The agreement reached between the Yesha Council and the government on evacuating the unauthorized outpost at Migron is a good one, and both sides - the government and the Council of Jewish Settlements in Judea, Samaria and the Gaza District - should be commended for their responsibility and courage in choosing compromise and agreement over confrontation and the danger of bloodshed. There is no cause for surprise at the howls of protest being voiced in extremist circles on both the left and the right. They were predictable and only prove the compromise was appropriate and fair.
As for the response of the left, I admit it is beyond my ken to comprehend why it is permissible and desirable to talk with enemies, but it is forbidden to talk with rivals. Why is it that the same people who are all for speaking to our worst enemies, to terrorists and murderers, outright reject all talks with members of our own people - even if they are, according to MK Zahava Gal-On, "lawbreakers."
Gal-On and her ilk support holding talks even with Hamas - an organization that flies the banner of Israel's destruction - because it believes that dialogue is always preferable to bloody confrontation. But when it comes to the settlers - even those who do not break the law - there is no place for dialogue, for an agreed-upon evacuation, for creative solutions that do not in any way entail acceptance but are nonetheless in line with the law. When it comes to unauthorized outposts, the radical left demands that the letter of the law be pursued - here, there is no room for compromise - only total surrender will be accepted.
As for the extreme right, this is a small but dangerous group of individuals who do not recognize the State of Israel, do not honor its institutions or its laws, and for whom the Israel Defense Forces, the Israel Police and the Shin Bet security service are enemies. This group also includes people for whom violence has become a legitimate course of action. They run amok, injure innocent Arabs and damage their property, and ridicule IDF soldiers. These people and their actions are as "a root that beareth gall and wormwood." There is no connection between these people and the ideology of religious Zionism.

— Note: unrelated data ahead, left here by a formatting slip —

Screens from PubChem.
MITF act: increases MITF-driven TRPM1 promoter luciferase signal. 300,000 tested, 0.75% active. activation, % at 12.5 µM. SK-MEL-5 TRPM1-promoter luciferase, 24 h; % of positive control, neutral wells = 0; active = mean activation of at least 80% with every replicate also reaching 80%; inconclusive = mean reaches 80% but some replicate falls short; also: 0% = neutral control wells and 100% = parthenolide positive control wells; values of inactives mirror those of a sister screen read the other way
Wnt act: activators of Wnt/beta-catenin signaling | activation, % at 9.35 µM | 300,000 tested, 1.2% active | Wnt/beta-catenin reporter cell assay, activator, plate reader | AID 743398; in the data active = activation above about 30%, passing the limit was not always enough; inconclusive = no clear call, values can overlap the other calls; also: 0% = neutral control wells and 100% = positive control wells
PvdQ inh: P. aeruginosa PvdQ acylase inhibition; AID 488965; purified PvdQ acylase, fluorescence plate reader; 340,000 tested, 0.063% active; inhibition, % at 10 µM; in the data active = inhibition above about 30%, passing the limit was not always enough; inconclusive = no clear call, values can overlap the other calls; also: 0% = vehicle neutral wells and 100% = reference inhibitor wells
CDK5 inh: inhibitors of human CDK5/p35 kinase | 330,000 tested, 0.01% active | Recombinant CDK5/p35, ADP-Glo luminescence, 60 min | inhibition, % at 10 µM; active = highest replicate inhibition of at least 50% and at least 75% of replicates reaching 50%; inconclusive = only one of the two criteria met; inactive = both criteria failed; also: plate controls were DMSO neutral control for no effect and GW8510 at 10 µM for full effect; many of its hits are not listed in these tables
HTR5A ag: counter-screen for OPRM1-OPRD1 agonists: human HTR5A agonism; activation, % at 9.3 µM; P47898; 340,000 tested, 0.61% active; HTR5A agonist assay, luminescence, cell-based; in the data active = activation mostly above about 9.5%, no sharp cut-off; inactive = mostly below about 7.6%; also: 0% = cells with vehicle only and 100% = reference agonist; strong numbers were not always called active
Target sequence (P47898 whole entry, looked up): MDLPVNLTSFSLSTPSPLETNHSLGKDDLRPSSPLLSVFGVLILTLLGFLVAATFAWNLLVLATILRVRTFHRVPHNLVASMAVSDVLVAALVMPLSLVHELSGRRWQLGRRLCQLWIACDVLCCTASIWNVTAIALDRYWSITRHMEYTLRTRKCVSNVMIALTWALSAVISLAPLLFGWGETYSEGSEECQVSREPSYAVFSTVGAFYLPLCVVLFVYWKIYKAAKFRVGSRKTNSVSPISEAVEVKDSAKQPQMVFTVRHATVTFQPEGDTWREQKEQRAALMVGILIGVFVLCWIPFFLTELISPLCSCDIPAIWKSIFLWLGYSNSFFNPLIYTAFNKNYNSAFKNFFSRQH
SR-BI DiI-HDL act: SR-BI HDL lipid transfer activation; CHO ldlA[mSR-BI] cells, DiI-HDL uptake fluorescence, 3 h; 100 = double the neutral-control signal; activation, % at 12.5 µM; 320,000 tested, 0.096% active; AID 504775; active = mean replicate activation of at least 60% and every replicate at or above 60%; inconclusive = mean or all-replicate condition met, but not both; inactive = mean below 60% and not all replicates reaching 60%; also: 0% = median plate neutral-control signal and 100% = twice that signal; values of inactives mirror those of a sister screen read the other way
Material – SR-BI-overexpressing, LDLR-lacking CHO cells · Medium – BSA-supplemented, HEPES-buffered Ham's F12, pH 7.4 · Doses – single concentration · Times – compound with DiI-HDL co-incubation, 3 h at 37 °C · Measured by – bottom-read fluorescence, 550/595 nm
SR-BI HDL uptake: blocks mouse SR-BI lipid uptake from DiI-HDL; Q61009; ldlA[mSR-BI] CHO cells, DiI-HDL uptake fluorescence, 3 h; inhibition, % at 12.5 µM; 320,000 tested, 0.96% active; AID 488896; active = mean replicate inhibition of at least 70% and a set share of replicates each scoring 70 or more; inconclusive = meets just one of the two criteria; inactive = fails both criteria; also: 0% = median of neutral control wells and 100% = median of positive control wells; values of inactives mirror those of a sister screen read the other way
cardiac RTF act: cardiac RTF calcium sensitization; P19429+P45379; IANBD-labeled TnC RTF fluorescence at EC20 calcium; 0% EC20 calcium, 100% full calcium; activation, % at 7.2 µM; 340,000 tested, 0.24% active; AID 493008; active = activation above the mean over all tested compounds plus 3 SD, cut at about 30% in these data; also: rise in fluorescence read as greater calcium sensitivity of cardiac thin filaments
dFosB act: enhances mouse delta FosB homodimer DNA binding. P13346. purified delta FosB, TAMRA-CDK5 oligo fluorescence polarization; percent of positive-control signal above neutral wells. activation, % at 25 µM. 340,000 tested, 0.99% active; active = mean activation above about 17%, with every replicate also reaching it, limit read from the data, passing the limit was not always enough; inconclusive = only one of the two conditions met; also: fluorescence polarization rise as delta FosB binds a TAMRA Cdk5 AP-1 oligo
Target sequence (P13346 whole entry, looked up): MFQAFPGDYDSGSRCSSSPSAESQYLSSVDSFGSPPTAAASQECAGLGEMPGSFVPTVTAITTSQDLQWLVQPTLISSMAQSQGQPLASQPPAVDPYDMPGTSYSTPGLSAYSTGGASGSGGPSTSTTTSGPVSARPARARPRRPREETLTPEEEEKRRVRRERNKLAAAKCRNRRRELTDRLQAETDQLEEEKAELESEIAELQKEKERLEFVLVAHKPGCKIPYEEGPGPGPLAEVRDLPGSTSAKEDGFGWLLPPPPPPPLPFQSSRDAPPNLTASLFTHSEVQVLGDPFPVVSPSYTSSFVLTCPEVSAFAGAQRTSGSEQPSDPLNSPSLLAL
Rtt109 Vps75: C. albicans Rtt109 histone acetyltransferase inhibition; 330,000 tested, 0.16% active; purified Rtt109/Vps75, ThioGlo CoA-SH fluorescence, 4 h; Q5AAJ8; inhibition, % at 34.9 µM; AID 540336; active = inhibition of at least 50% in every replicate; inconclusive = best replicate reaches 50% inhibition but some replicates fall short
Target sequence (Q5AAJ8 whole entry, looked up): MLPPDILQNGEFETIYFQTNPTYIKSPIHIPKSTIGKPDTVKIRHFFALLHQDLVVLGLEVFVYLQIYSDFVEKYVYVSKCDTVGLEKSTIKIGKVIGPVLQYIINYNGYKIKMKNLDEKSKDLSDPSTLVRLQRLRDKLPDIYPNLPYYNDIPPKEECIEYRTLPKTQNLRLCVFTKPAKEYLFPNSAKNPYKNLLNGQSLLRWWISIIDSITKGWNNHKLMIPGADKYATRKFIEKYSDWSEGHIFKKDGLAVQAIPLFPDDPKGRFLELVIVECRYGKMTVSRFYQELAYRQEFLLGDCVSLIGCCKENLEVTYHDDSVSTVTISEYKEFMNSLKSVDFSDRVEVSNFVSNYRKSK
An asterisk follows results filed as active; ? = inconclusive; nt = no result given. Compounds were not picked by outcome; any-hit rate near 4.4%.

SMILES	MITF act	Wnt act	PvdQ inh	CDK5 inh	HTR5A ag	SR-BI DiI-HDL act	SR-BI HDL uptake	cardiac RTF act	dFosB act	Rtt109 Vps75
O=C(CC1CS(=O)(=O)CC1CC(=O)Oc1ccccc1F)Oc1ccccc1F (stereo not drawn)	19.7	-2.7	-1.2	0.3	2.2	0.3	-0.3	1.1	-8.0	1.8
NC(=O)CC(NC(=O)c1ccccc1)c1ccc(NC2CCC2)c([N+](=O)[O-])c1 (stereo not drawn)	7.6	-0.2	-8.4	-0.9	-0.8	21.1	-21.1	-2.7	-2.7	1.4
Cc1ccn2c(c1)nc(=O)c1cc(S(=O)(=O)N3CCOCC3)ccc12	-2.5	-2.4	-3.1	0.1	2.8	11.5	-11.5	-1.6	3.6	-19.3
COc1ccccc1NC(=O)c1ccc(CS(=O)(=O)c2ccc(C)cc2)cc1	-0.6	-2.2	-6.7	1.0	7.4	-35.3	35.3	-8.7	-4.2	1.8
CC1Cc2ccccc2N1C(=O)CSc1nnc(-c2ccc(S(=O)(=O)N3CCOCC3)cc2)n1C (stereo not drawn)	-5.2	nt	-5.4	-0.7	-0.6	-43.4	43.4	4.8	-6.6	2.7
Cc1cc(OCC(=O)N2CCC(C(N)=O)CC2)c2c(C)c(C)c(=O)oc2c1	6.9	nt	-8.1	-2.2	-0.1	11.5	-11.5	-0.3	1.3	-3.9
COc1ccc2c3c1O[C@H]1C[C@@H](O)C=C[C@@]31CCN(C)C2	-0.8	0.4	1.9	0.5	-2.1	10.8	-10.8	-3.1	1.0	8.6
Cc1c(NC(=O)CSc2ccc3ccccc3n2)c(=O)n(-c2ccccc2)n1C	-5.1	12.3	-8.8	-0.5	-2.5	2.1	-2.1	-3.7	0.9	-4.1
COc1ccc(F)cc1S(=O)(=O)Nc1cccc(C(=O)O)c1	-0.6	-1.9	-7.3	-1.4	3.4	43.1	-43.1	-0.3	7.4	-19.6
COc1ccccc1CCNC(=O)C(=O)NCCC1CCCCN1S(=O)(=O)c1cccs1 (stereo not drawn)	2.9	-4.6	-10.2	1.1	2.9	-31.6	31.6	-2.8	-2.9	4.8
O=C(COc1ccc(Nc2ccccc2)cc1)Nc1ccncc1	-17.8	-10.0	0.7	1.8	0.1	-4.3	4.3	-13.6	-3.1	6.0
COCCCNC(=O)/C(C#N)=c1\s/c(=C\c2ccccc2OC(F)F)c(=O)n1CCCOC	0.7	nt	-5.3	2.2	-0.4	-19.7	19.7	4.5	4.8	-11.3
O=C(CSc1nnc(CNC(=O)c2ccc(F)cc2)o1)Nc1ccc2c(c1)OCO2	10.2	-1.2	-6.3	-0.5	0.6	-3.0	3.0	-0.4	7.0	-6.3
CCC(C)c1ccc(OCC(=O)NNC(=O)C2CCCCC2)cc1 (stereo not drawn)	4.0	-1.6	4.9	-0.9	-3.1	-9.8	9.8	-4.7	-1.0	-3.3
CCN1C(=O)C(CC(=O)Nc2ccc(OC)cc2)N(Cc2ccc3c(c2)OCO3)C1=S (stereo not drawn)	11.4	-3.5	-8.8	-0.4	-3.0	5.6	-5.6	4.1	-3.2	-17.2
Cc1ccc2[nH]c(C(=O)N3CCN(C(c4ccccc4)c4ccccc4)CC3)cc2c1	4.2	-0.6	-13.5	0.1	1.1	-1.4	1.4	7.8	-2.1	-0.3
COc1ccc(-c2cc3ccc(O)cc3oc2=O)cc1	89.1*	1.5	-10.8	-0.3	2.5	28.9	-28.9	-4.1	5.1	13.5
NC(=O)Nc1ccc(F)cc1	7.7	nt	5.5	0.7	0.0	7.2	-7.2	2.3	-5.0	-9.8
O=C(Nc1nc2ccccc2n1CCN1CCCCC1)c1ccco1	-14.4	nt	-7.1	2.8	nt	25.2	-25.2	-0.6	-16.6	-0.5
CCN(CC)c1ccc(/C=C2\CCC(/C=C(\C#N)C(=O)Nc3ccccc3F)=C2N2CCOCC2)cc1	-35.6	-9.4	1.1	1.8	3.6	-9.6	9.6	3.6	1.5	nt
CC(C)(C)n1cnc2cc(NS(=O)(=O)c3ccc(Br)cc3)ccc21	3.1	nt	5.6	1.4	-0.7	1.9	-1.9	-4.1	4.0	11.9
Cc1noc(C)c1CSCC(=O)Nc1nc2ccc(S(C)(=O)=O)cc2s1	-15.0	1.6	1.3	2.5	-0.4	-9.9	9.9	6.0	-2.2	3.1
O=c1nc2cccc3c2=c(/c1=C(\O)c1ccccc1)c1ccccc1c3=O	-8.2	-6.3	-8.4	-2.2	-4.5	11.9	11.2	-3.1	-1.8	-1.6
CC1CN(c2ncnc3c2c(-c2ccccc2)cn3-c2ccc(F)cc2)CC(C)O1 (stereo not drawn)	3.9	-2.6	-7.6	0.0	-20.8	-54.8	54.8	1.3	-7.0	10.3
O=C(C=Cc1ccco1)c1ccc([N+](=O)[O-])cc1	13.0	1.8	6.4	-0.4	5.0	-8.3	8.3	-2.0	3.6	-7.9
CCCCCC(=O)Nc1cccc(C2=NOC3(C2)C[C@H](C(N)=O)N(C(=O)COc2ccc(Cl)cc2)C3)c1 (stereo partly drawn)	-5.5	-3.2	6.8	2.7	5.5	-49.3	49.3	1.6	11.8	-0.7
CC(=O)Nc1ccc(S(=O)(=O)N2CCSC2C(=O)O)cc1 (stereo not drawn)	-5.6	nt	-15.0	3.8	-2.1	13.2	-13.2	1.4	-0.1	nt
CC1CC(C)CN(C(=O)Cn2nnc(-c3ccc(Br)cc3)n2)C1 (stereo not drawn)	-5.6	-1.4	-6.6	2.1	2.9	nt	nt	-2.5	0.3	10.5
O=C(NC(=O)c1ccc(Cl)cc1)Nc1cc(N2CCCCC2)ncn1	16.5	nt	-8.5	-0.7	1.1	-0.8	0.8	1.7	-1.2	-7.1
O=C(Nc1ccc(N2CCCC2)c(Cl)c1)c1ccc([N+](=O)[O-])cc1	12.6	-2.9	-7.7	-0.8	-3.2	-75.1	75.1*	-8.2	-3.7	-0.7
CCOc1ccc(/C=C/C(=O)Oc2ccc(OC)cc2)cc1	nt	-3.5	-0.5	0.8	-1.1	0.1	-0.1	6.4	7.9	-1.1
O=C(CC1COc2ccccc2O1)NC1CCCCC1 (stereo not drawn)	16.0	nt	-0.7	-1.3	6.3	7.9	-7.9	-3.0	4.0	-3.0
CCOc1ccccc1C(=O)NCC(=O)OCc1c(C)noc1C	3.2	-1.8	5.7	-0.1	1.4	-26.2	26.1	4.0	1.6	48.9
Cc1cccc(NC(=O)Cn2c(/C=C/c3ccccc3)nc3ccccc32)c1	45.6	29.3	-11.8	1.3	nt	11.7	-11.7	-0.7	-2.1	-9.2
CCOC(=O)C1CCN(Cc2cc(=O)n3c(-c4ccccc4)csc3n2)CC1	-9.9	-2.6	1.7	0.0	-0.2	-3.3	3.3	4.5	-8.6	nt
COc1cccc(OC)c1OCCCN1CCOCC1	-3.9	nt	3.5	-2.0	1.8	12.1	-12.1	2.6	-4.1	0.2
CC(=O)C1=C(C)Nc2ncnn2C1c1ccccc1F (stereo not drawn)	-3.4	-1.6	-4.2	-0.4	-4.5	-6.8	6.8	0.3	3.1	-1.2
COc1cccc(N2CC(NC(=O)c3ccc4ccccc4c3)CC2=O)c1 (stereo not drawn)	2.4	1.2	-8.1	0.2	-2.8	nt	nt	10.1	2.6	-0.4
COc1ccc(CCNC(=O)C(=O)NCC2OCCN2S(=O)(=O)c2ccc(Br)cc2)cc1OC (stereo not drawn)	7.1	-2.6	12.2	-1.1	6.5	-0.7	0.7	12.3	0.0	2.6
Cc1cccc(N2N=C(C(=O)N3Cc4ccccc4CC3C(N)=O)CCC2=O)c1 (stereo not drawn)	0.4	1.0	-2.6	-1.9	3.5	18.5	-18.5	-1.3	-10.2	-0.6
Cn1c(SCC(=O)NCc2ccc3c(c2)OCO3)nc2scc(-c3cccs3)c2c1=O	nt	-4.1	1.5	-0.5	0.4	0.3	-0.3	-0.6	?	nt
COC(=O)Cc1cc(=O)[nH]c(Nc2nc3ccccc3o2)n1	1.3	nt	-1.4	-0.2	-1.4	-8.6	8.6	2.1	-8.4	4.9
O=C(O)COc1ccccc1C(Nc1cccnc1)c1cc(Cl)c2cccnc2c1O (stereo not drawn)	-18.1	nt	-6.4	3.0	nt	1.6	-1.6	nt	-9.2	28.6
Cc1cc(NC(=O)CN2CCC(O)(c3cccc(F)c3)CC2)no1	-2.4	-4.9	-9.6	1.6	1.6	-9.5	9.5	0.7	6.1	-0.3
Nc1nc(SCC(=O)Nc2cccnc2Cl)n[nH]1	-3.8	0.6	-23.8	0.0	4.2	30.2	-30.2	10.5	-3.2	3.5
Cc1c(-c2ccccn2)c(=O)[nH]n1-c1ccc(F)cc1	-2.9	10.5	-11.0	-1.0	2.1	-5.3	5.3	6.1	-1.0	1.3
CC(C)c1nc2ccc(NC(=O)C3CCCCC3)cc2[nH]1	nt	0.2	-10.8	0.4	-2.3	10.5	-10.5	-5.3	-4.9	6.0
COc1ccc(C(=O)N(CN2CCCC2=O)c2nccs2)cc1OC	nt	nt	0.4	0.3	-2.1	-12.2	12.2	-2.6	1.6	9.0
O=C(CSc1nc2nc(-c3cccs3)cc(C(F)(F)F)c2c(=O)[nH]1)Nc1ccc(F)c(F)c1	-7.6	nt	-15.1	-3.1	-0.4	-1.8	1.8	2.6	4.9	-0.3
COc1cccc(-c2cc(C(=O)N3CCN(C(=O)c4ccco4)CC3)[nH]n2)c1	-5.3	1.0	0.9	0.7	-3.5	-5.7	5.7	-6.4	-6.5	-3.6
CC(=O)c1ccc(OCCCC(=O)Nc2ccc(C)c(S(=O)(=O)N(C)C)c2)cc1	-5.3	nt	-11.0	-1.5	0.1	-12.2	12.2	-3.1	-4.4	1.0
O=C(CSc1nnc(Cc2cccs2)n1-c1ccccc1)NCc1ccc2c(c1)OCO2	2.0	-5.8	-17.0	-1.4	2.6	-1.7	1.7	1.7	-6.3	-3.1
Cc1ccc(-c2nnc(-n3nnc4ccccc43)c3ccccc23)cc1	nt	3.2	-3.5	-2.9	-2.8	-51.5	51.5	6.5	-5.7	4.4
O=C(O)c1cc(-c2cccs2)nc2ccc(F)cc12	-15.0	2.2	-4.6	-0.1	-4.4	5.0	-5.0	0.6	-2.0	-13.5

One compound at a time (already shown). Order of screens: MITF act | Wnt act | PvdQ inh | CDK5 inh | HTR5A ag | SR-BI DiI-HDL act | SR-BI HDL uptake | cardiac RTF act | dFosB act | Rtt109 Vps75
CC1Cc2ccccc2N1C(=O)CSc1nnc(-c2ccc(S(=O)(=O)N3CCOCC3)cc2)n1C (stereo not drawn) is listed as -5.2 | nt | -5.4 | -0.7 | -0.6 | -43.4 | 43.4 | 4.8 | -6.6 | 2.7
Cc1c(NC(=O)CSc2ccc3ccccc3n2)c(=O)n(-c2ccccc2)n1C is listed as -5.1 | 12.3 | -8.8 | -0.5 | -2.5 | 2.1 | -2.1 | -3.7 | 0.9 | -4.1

The majority of the [Jewish] residents of Judea and Samaria are law-abiding and loyal to the state, and disagree completely with the radical right. But the true test is that of the leadership. For that reason, there is great significance in the Yesha Council decision to approve an agreement which has the inhabitants of Migron evacuating - albeit in two years and on condition they will be allowed to move to an existing community (but there is nothing wrong with that) - and everything built at the site destroyed. All this, despite the opposition of the residents themselves and the extreme right wing.
Of particular importance is the reasoning put forth by Yesha Council leaders, who emphasized that this was a court ruling that must be honored and that the Amona evacuation, which "ended in bitter disappointment for all parties," must not be repeated.
It should be hoped that this is a true turning point, and that after a long period of following in the wake of the extremists the Yesha Council has decided to stop giving in, and instead to faithfully reflect the feeling and belief of the overwhelming majority of the residents of Judea and Samaria and of the State of Israel. The council's true test will be that of time - whether it can continue to stand behind the agreement and to denounce anyone attempting to obstruct its implementation.
After the disengagement from the Gaza Strip, there were those who ridiculed the slogan Be'ahava Ninetze'ah (we shall conquer through love). They believe they will conquer through force. It would be wise to make it clear to them they can prevail only through love and persuasion, and anyone who thinks he can convince the State of Israel by using force will only bring destruction upon himself.
The writer is a principal research fellow at the Institute for National Security Studies.
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